A part of my brain has been trying to come up with a simple but powerful package management system for the Orx community for a while. A very unorthodox scheme has just occurred to me. I warn you, the idea will sound terrible at first, but give me a chance before you burn me at the stake
The idea is actually very simple:
So, what do we gain by this?
- We all base our game projects on a common git repository to serve as an empty template. I already have such a cmake-based template. The idea depends on us all starting from the same template, but the template might actually have the infrastructure for multiple build systems.
- Each package is a branch that builds on that template repo! Yes, you've heard me right. We won't be using git submodules, we will be using branches.
- Whenever you want to include a package in your game project, you merge that branch into your game.
- Whenever you want to release a package you just create a new branch. If your package depends on another package, simply merge that branch into your branch!none
- We can share anything, not just C++ code and headers. We can share .ini files, custom tool configurations, weird build system tricks. Just an example, in my Android build, I've integrated SWIG into my build configuration in such a way that you completely forget you're bridging Java and C++. In this package management scheme, I could share it with the community, so that the users of my package wouldn't even know what SWIG is and wonder how their C++ methods are just callable from Java!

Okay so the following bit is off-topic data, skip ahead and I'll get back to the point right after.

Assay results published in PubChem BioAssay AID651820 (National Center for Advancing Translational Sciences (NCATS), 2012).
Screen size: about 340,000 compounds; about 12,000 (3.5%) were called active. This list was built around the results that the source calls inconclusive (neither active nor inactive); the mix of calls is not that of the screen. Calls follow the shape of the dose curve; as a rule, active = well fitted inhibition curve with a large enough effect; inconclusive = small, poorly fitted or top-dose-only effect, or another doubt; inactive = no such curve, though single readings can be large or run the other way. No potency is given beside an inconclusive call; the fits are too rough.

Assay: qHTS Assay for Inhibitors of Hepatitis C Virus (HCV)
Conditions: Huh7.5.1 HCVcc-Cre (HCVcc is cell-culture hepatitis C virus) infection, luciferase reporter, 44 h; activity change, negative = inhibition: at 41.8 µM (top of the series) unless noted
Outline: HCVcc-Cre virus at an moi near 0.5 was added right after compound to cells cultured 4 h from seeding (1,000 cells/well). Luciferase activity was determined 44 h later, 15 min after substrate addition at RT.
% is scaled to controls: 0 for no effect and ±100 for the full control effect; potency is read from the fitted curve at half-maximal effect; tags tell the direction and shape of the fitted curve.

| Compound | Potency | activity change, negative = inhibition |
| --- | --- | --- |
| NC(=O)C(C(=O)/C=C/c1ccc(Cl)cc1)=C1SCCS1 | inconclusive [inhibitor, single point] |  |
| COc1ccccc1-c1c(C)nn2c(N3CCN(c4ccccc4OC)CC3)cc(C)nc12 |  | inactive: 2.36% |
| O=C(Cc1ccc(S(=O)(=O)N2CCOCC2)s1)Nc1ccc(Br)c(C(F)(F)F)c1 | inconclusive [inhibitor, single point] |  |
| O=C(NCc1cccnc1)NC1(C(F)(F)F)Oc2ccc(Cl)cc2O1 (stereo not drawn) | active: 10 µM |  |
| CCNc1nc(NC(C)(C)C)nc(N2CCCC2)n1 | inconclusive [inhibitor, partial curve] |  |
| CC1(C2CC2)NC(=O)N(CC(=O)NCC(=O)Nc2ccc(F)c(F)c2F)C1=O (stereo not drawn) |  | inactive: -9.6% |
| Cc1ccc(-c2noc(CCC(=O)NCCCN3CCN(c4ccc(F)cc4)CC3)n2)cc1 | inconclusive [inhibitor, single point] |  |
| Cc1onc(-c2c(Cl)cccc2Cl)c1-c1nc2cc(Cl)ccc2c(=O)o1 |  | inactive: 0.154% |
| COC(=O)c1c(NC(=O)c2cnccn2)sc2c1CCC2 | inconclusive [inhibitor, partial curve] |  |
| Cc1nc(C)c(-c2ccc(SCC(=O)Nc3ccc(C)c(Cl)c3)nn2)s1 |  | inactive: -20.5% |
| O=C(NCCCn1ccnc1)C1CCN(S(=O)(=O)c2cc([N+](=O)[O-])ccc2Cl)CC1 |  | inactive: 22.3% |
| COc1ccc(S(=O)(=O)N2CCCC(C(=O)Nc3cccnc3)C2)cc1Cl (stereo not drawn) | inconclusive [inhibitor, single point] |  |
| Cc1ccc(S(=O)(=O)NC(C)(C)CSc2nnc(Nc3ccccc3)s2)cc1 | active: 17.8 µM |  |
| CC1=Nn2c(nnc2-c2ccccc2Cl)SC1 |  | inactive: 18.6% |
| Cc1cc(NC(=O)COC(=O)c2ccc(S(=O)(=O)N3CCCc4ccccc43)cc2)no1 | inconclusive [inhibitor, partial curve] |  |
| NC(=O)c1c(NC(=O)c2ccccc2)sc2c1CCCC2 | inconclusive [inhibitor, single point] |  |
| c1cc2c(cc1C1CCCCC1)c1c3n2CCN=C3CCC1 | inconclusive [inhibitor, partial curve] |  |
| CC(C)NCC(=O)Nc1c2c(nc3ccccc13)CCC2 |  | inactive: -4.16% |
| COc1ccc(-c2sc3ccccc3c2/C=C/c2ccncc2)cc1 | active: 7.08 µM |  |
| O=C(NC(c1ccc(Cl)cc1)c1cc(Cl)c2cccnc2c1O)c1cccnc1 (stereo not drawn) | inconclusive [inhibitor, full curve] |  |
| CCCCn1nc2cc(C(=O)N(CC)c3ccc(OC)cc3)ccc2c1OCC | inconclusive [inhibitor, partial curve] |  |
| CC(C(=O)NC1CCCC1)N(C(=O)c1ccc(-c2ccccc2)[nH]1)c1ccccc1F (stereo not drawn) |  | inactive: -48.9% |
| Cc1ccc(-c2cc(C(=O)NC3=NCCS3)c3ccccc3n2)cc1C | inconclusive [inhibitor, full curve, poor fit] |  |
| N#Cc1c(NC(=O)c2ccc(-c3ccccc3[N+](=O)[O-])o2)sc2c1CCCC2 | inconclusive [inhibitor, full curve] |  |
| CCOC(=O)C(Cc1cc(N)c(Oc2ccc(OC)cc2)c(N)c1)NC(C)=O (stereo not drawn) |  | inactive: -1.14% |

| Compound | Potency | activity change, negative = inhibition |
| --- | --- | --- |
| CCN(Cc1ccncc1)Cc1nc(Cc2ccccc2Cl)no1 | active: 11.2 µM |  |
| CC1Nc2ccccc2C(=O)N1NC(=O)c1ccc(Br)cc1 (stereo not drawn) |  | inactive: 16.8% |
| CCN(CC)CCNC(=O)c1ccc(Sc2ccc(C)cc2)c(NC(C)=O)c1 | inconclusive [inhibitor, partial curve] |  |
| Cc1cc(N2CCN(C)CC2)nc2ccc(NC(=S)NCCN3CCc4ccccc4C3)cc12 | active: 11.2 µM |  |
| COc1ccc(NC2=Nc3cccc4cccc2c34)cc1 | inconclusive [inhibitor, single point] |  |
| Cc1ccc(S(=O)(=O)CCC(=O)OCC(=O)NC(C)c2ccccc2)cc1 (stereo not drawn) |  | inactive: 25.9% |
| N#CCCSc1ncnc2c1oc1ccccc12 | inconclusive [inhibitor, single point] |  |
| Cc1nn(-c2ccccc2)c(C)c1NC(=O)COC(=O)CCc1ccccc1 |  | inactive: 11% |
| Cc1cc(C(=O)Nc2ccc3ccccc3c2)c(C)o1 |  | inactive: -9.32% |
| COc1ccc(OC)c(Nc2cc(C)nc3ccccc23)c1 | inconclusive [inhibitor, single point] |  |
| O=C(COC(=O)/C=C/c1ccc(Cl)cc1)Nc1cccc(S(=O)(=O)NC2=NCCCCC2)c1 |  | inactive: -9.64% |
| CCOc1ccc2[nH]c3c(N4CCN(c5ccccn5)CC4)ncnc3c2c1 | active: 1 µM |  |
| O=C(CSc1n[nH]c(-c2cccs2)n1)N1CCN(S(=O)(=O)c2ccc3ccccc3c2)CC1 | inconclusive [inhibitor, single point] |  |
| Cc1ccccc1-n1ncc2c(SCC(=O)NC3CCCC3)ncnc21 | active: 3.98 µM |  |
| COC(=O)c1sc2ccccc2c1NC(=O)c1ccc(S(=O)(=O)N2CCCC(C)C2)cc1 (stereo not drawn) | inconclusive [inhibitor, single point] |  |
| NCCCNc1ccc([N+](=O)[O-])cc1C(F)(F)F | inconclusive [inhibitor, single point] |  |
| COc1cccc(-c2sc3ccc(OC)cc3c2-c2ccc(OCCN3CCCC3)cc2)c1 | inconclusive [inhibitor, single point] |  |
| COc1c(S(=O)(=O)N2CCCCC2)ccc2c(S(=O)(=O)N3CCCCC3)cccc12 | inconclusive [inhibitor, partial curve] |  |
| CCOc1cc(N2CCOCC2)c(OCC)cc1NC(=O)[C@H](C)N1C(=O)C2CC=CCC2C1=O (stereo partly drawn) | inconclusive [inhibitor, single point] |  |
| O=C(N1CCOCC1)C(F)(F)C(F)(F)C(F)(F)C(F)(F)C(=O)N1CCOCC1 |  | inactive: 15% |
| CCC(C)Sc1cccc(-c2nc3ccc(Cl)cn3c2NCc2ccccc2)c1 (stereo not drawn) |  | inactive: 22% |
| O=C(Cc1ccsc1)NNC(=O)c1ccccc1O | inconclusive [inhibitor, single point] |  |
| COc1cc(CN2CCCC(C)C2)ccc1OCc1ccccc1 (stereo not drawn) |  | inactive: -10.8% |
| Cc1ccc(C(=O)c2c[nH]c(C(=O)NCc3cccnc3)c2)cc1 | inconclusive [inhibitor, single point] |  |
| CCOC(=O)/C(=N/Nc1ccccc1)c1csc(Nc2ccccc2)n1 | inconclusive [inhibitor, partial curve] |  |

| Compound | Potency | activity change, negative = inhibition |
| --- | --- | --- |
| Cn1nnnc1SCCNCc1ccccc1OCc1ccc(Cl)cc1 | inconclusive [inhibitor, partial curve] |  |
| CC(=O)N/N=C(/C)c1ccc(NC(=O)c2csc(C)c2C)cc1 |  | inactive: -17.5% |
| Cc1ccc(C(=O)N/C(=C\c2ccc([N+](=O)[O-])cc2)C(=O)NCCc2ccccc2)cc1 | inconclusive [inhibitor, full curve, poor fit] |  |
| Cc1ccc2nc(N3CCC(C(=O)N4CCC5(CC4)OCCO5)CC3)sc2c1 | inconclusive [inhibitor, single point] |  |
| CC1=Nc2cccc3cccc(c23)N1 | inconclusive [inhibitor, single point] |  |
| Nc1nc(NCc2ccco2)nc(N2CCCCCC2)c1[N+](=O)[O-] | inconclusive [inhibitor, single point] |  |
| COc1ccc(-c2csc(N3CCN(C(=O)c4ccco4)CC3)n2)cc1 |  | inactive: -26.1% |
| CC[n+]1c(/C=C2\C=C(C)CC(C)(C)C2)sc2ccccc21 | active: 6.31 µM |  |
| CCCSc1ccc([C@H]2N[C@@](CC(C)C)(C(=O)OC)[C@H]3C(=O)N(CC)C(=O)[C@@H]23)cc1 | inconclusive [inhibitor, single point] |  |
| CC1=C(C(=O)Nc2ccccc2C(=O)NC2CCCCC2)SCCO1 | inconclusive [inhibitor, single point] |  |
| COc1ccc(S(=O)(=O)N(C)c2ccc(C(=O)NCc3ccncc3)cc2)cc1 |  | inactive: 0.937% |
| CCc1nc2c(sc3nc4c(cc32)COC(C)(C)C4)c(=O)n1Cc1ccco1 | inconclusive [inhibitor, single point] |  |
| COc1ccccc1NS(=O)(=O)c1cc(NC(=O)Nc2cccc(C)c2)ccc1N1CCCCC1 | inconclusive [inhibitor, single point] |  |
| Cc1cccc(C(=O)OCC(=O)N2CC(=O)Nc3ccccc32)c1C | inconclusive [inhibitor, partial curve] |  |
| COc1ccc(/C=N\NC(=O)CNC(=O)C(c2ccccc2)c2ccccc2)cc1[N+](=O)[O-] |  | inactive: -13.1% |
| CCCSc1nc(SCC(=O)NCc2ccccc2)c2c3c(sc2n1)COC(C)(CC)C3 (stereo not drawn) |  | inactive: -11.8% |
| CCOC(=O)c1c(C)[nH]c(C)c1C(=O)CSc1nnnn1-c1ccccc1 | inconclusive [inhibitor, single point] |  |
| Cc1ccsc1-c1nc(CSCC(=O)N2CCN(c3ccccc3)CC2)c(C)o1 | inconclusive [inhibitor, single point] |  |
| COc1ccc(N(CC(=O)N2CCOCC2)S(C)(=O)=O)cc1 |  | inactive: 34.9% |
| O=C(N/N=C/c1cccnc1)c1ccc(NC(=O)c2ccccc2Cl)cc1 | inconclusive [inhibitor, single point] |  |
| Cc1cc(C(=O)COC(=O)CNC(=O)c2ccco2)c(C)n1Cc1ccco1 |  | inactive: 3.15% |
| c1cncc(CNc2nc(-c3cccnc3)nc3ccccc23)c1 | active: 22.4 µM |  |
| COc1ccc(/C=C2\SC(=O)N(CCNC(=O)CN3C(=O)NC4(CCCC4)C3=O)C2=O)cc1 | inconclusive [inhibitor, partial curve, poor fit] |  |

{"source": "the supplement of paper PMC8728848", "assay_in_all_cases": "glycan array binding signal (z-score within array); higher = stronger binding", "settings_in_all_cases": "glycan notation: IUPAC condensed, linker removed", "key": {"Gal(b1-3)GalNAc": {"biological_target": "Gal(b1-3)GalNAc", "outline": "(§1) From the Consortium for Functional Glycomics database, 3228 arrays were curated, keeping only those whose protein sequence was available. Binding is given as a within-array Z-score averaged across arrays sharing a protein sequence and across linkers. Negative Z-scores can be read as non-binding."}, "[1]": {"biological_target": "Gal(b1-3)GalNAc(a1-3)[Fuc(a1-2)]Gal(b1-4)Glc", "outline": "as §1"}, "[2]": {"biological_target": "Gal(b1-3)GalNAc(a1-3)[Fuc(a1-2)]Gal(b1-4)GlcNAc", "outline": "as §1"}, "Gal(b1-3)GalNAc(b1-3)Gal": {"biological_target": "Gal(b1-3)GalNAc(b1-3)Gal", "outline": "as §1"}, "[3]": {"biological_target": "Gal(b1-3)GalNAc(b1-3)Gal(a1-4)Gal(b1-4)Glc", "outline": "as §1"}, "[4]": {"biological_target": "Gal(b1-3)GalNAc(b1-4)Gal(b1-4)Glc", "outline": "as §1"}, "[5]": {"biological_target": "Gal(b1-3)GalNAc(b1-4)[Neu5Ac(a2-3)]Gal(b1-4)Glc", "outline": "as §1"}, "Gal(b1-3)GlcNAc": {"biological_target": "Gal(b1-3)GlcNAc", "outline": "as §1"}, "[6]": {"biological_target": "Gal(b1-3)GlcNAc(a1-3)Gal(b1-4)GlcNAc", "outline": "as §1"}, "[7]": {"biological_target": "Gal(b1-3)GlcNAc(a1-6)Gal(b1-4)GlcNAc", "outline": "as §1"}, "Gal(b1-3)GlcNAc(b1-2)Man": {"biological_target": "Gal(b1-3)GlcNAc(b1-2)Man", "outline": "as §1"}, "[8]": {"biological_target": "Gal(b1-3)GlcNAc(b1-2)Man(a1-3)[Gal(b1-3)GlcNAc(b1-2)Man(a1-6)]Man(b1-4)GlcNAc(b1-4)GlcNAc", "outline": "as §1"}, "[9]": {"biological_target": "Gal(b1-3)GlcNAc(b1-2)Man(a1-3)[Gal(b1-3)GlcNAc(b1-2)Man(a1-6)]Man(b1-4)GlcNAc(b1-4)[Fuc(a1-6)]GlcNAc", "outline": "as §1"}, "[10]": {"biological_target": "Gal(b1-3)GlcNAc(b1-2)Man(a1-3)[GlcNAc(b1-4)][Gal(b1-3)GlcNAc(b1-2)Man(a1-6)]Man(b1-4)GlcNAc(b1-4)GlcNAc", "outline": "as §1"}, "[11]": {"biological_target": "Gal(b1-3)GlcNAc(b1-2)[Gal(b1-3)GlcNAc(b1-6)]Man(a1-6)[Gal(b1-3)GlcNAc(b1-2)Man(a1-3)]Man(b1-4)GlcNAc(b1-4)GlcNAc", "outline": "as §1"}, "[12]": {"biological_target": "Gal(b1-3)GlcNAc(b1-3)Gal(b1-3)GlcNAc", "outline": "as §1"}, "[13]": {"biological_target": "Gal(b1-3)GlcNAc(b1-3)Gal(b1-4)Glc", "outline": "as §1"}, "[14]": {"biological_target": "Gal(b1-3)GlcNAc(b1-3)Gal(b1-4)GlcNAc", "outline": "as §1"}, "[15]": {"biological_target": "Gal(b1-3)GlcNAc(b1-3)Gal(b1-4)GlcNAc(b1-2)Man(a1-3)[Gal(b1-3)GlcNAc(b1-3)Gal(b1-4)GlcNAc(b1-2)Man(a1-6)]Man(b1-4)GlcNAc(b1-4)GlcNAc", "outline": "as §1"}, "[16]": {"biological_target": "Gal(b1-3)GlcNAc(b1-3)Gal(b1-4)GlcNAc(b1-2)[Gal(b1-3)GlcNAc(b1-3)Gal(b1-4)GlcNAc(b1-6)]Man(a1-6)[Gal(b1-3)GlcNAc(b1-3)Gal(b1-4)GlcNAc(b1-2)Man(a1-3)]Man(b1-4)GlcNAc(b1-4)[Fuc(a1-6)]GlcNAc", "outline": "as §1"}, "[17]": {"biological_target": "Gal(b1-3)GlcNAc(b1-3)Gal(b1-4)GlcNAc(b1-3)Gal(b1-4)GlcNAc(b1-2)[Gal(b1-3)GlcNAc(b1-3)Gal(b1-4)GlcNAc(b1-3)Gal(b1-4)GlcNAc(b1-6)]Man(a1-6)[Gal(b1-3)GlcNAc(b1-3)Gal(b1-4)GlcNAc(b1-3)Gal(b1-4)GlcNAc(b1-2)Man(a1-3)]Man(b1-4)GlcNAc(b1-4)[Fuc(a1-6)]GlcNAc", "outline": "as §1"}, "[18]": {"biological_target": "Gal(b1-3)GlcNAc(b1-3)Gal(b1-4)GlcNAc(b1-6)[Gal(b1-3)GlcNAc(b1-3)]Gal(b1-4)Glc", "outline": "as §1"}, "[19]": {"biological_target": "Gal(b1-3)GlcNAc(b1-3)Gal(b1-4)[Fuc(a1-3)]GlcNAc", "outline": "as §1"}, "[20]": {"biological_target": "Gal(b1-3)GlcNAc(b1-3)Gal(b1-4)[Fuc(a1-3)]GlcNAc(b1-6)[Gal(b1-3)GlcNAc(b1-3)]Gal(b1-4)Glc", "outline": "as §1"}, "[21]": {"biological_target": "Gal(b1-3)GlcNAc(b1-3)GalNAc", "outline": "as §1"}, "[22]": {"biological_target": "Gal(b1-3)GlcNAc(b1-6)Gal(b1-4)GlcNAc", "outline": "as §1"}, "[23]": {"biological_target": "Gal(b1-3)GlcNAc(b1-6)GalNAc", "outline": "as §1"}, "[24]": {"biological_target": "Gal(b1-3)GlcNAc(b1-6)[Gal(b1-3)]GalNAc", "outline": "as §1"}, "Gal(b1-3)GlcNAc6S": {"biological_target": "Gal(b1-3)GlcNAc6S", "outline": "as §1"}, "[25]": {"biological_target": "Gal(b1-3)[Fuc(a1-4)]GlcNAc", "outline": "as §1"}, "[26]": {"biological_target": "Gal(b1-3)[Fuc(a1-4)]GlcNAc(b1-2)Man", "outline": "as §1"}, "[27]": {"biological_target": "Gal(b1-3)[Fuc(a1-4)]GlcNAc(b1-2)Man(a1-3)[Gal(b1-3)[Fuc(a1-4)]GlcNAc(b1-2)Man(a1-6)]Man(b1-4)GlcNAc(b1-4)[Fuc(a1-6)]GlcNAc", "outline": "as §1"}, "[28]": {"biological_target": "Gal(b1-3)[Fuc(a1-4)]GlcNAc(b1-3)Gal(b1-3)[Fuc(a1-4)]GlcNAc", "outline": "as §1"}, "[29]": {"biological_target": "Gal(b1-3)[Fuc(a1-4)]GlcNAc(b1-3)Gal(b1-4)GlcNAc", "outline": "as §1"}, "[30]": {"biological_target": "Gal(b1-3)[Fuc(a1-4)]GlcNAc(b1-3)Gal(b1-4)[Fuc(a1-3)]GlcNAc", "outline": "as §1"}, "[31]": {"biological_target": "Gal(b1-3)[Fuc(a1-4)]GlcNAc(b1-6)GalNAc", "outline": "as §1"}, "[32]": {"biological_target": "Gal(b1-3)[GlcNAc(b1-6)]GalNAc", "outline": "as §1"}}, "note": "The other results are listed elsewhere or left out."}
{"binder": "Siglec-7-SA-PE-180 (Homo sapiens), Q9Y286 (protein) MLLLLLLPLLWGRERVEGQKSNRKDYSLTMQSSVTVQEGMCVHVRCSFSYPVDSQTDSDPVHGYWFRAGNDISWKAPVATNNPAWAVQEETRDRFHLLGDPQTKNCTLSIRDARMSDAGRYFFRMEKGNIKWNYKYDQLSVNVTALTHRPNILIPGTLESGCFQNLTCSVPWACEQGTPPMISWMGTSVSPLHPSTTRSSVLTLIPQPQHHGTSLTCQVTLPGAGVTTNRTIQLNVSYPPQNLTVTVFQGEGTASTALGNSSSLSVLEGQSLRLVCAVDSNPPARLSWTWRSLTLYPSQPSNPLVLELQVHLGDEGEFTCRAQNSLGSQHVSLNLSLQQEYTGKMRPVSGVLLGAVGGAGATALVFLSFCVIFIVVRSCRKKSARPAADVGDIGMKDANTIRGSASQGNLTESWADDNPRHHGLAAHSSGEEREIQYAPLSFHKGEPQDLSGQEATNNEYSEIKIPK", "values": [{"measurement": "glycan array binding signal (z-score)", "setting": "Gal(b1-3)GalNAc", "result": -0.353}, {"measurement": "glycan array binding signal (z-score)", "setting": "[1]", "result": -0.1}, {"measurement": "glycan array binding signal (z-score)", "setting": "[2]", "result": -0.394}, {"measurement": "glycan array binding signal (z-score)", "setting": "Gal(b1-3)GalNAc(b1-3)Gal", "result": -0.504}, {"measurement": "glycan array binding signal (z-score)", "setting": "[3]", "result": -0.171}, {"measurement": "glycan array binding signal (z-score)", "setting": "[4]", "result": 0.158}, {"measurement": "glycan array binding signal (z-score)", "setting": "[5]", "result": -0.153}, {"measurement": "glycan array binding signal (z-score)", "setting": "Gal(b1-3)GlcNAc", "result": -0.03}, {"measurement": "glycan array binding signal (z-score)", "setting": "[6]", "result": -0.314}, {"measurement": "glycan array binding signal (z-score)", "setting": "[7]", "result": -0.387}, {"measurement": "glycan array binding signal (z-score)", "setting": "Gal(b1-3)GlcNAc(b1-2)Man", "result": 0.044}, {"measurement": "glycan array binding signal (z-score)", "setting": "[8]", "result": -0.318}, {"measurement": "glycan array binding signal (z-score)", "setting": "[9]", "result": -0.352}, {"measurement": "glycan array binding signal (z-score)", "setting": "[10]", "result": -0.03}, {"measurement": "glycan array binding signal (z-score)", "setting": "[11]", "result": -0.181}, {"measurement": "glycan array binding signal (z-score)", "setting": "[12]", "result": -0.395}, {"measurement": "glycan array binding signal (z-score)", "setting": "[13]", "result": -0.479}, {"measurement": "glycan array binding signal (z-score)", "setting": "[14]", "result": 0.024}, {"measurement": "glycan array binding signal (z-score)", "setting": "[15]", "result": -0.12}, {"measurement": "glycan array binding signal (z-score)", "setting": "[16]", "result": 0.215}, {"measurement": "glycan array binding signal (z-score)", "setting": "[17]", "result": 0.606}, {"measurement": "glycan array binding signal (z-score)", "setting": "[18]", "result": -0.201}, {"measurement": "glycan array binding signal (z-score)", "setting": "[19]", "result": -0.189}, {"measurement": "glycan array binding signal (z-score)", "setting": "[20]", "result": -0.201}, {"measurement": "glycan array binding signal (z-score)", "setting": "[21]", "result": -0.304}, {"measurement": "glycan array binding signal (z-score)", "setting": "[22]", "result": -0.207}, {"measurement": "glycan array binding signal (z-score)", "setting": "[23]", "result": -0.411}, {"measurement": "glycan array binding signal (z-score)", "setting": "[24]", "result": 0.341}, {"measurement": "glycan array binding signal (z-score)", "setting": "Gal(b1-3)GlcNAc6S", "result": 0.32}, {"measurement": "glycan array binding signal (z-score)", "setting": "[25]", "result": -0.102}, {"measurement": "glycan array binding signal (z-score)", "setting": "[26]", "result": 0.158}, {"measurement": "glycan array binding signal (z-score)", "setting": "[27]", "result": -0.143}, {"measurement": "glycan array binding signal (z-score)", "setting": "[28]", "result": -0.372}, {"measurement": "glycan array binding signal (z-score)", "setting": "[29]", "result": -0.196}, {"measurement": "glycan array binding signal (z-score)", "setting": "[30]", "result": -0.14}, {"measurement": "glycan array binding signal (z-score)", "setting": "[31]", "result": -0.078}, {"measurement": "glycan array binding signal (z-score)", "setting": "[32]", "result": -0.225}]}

- Package repository is outsourced. Github, or bitbucket does it for us.
- Package repositories are decentralized. You can maintain your own set of packages trivially. You can also fetch packages from other people's repositories by just "git remote add"ing their repo
- Diamond dependency problem disappears! If package B and C both depend on A, no problem, they already have it merged in, so when you try to merge them both into your project, only one copy of A appears.
- Packages are naturally versioned, you can easily see on a commit graph what libraries depend on what.
- It's trivial to update your packages, you just merge-in a newer version branch.none
What do you think?
Edit: The scheme has a fatal flaw:
You can't remove any package dependency, please see my post below.
I'm still hopeful about a similar package management system though, please see the same post